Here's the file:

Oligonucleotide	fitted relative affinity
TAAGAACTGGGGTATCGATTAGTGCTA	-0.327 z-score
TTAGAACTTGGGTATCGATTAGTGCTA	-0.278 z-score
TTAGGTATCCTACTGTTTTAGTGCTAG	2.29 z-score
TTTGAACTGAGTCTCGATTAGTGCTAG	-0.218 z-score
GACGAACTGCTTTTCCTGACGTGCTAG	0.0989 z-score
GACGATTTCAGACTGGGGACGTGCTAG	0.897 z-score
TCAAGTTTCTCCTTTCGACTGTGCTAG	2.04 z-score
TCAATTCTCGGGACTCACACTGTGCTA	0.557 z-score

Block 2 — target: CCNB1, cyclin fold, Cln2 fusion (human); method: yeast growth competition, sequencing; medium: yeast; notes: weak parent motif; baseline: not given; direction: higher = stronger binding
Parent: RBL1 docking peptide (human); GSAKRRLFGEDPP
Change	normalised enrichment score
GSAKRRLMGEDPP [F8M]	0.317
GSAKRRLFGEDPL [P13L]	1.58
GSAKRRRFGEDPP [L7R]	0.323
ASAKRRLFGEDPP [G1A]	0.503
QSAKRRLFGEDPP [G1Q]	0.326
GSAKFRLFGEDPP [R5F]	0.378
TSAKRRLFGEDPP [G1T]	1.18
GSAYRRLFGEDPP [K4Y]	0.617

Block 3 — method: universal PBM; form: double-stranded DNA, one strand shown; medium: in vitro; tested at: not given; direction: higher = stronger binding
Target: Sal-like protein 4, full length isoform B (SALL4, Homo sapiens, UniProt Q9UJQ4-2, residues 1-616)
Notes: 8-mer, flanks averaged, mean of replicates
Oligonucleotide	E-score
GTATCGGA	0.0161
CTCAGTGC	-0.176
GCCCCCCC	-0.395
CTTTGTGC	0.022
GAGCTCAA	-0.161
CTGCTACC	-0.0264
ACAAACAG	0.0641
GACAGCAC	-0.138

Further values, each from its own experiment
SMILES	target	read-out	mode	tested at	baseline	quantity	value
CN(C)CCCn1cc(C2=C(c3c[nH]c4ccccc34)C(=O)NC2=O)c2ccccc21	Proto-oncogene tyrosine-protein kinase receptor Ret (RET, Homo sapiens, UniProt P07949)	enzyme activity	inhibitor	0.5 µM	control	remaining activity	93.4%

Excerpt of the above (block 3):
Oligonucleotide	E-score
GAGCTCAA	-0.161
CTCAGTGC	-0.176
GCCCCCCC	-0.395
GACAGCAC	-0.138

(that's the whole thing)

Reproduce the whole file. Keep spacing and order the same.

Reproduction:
Oligonucleotide	fitted relative affinity
TAAGAACTGGGGTATCGATTAGTGCTA	-0.327 z-score
TTAGAACTTGGGTATCGATTAGTGCTA	-0.278 z-score
TTAGGTATCCTACTGTTTTAGTGCTAG	2.29 z-score
TTTGAACTGAGTCTCGATTAGTGCTAG	-0.218 z-score
GACGAACTGCTTTTCCTGACGTGCTAG	0.0989 z-score
GACGATTTCAGACTGGGGACGTGCTAG	0.897 z-score
TCAAGTTTCTCCTTTCGACTGTGCTAG	2.04 z-score
TCAATTCTCGGGACTCACACTGTGCTA	0.557 z-score

Block 2 — target: CCNB1, cyclin fold, Cln2 fusion (human); method: yeast growth competition, sequencing; medium: yeast; notes: weak parent motif; baseline: not given; direction: higher = stronger binding
Parent: RBL1 docking peptide (human); GSAKRRLFGEDPP
Change	normalised enrichment score
GSAKRRLMGEDPP [F8M]	0.317
GSAKRRLFGEDPL [P13L]	1.58
GSAKRRRFGEDPP [L7R]	0.323
ASAKRRLFGEDPP [G1A]	0.503
QSAKRRLFGEDPP [G1Q]	0.326
GSAKFRLFGEDPP [R5F]	0.378
TSAKRRLFGEDPP [G1T]	1.18
GSAYRRLFGEDPP [K4Y]	0.617

Block 3 — method: universal PBM; form: double-stranded DNA, one strand shown; medium: in vitro; tested at: not given; direction: higher = stronger binding
Target: Sal-like protein 4, full length isoform B (SALL4, Homo sapiens, UniProt Q9UJQ4-2, residues 1-616)
Notes: 8-mer, flanks averaged, mean of replicates
Oligonucleotide	E-score
GTATCGGA	0.0161
CTCAGTGC	-0.176
GCCCCCCC	-0.395
CTTTGTGC	0.022
GAGCTCAA	-0.161
CTGCTACC	-0.0264
ACAAACAG	0.0641
GACAGCAC	-0.138

Further values, each from its own experiment
SMILES	target	read-out	mode	tested at	baseline	quantity	value
CN(C)CCCn1cc(C2=C(c3c[nH]c4ccccc34)C(=O)NC2=O)c2ccccc21	Proto-oncogene tyrosine-protein kinase receptor Ret (RET, Homo sapiens, UniProt P07949)	enzyme activity	inhibitor	0.5 µM	control	remaining activity	93.4%

Excerpt of the above (block 3):
Oligonucleotide	E-score
GAGCTCAA	-0.161
CTCAGTGC	-0.176
GCCCCCCC	-0.395
GACAGCAC	-0.138